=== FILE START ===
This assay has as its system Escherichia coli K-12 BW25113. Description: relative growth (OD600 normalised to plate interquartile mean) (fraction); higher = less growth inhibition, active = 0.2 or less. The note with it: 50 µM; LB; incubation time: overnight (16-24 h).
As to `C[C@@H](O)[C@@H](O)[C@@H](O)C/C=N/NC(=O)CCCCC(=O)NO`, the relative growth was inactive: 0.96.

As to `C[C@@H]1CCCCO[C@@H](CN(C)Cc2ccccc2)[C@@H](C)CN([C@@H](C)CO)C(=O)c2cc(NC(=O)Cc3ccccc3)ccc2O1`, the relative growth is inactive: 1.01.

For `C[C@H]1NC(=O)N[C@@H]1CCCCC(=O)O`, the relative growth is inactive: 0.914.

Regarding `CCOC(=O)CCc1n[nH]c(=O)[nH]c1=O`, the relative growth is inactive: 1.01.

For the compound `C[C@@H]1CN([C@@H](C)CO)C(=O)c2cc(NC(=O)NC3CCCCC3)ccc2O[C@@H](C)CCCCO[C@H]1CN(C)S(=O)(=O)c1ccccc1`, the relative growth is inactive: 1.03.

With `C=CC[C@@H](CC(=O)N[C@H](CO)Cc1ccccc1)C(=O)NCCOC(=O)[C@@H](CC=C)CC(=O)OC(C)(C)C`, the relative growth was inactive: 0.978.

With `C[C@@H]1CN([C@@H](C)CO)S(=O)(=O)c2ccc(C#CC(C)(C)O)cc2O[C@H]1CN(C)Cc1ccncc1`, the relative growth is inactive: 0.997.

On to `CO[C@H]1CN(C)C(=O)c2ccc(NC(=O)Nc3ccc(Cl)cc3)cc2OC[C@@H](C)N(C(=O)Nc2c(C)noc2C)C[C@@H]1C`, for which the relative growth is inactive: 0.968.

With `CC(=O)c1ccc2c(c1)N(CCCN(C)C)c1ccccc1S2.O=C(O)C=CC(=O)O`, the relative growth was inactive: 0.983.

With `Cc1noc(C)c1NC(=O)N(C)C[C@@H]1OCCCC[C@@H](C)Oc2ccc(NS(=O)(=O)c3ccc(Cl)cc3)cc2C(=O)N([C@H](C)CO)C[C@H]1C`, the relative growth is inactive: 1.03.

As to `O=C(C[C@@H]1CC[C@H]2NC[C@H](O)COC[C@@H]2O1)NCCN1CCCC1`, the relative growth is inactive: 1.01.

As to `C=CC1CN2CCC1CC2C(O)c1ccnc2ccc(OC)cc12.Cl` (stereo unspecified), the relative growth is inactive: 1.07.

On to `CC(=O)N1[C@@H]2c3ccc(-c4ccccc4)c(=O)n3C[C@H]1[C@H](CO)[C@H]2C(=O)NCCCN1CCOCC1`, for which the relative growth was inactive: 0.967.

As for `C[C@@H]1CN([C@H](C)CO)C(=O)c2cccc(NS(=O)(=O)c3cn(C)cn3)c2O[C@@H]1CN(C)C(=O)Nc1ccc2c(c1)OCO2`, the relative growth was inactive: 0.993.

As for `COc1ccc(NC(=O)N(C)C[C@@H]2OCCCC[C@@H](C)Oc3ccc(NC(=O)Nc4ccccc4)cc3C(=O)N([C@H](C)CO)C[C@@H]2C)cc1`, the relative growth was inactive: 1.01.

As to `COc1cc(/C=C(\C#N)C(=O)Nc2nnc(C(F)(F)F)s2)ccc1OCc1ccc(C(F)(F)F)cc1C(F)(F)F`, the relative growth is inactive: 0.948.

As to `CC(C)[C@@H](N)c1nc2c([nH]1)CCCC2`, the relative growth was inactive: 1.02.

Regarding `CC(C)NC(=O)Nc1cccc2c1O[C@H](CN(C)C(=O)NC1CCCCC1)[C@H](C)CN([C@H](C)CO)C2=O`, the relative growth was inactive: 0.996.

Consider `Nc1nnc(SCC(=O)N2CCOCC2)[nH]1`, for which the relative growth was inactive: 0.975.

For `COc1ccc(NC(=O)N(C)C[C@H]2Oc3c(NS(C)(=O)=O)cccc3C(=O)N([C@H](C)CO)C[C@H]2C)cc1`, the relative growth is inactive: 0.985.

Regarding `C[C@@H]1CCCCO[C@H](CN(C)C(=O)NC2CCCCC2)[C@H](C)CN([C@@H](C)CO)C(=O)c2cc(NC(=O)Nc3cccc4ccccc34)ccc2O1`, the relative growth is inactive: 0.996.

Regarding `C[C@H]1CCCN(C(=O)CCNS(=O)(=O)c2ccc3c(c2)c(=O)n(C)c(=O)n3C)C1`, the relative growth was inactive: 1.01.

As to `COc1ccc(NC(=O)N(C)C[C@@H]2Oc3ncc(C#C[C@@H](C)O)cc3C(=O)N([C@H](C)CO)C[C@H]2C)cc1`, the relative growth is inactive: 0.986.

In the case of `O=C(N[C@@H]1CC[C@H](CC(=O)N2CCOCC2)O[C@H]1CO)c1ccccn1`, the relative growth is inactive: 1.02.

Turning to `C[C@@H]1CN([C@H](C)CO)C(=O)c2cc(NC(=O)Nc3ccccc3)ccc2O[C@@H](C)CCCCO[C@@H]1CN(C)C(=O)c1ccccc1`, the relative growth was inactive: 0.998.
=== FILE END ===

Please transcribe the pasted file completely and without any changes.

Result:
This assay has as its system Escherichia coli K-12 BW25113. Description: relative growth (OD600 normalised to plate interquartile mean) (fraction); higher = less growth inhibition, active = 0.2 or less. The note with it: 50 µM; LB; incubation time: overnight (16-24 h).
As to `C[C@@H](O)[C@@H](O)[C@@H](O)C/C=N/NC(=O)CCCCC(=O)NO`, the relative growth was inactive: 0.96.

As to `C[C@@H]1CCCCO[C@@H](CN(C)Cc2ccccc2)[C@@H](C)CN([C@@H](C)CO)C(=O)c2cc(NC(=O)Cc3ccccc3)ccc2O1`, the relative growth is inactive: 1.01.

For `C[C@H]1NC(=O)N[C@@H]1CCCCC(=O)O`, the relative growth is inactive: 0.914.

Regarding `CCOC(=O)CCc1n[nH]c(=O)[nH]c1=O`, the relative growth is inactive: 1.01.

For the compound `C[C@@H]1CN([C@@H](C)CO)C(=O)c2cc(NC(=O)NC3CCCCC3)ccc2O[C@@H](C)CCCCO[C@H]1CN(C)S(=O)(=O)c1ccccc1`, the relative growth is inactive: 1.03.

With `C=CC[C@@H](CC(=O)N[C@H](CO)Cc1ccccc1)C(=O)NCCOC(=O)[C@@H](CC=C)CC(=O)OC(C)(C)C`, the relative growth was inactive: 0.978.

With `C[C@@H]1CN([C@@H](C)CO)S(=O)(=O)c2ccc(C#CC(C)(C)O)cc2O[C@H]1CN(C)Cc1ccncc1`, the relative growth is inactive: 0.997.

On to `CO[C@H]1CN(C)C(=O)c2ccc(NC(=O)Nc3ccc(Cl)cc3)cc2OC[C@@H](C)N(C(=O)Nc2c(C)noc2C)C[C@@H]1C`, for which the relative growth is inactive: 0.968.

With `CC(=O)c1ccc2c(c1)N(CCCN(C)C)c1ccccc1S2.O=C(O)C=CC(=O)O`, the relative growth was inactive: 0.983.

With `Cc1noc(C)c1NC(=O)N(C)C[C@@H]1OCCCC[C@@H](C)Oc2ccc(NS(=O)(=O)c3ccc(Cl)cc3)cc2C(=O)N([C@H](C)CO)C[C@H]1C`, the relative growth is inactive: 1.03.

As to `O=C(C[C@@H]1CC[C@H]2NC[C@H](O)COC[C@@H]2O1)NCCN1CCCC1`, the relative growth is inactive: 1.01.

As to `C=CC1CN2CCC1CC2C(O)c1ccnc2ccc(OC)cc12.Cl` (stereo unspecified), the relative growth is inactive: 1.07.

On to `CC(=O)N1[C@@H]2c3ccc(-c4ccccc4)c(=O)n3C[C@H]1[C@H](CO)[C@H]2C(=O)NCCCN1CCOCC1`, for which the relative growth was inactive: 0.967.

As for `C[C@@H]1CN([C@H](C)CO)C(=O)c2cccc(NS(=O)(=O)c3cn(C)cn3)c2O[C@@H]1CN(C)C(=O)Nc1ccc2c(c1)OCO2`, the relative growth was inactive: 0.993.

As for `COc1ccc(NC(=O)N(C)C[C@@H]2OCCCC[C@@H](C)Oc3ccc(NC(=O)Nc4ccccc4)cc3C(=O)N([C@H](C)CO)C[C@@H]2C)cc1`, the relative growth was inactive: 1.01.

As to `COc1cc(/C=C(\C#N)C(=O)Nc2nnc(C(F)(F)F)s2)ccc1OCc1ccc(C(F)(F)F)cc1C(F)(F)F`, the relative growth is inactive: 0.948.

As to `CC(C)[C@@H](N)c1nc2c([nH]1)CCCC2`, the relative growth was inactive: 1.02.

Regarding `CC(C)NC(=O)Nc1cccc2c1O[C@H](CN(C)C(=O)NC1CCCCC1)[C@H](C)CN([C@H](C)CO)C2=O`, the relative growth was inactive: 0.996.

Consider `Nc1nnc(SCC(=O)N2CCOCC2)[nH]1`, for which the relative growth was inactive: 0.975.

For `COc1ccc(NC(=O)N(C)C[C@H]2Oc3c(NS(C)(=O)=O)cccc3C(=O)N([C@H](C)CO)C[C@H]2C)cc1`, the relative growth is inactive: 0.985.

Regarding `C[C@@H]1CCCCO[C@H](CN(C)C(=O)NC2CCCCC2)[C@H](C)CN([C@@H](C)CO)C(=O)c2cc(NC(=O)Nc3cccc4ccccc34)ccc2O1`, the relative growth is inactive: 0.996.

Regarding `C[C@H]1CCCN(C(=O)CCNS(=O)(=O)c2ccc3c(c2)c(=O)n(C)c(=O)n3C)C1`, the relative growth was inactive: 1.01.

As to `COc1ccc(NC(=O)N(C)C[C@@H]2Oc3ncc(C#C[C@@H](C)O)cc3C(=O)N([C@H](C)CO)C[C@H]2C)cc1`, the relative growth is inactive: 0.986.

In the case of `O=C(N[C@@H]1CC[C@H](CC(=O)N2CCOCC2)O[C@H]1CO)c1ccccn1`, the relative growth is inactive: 1.02.

Turning to `C[C@@H]1CN([C@H](C)CO)C(=O)c2cc(NC(=O)Nc3ccccc3)ccc2O[C@@H](C)CCCCO[C@@H]1CN(C)C(=O)c1ccccc1`, the relative growth was inactive: 0.998.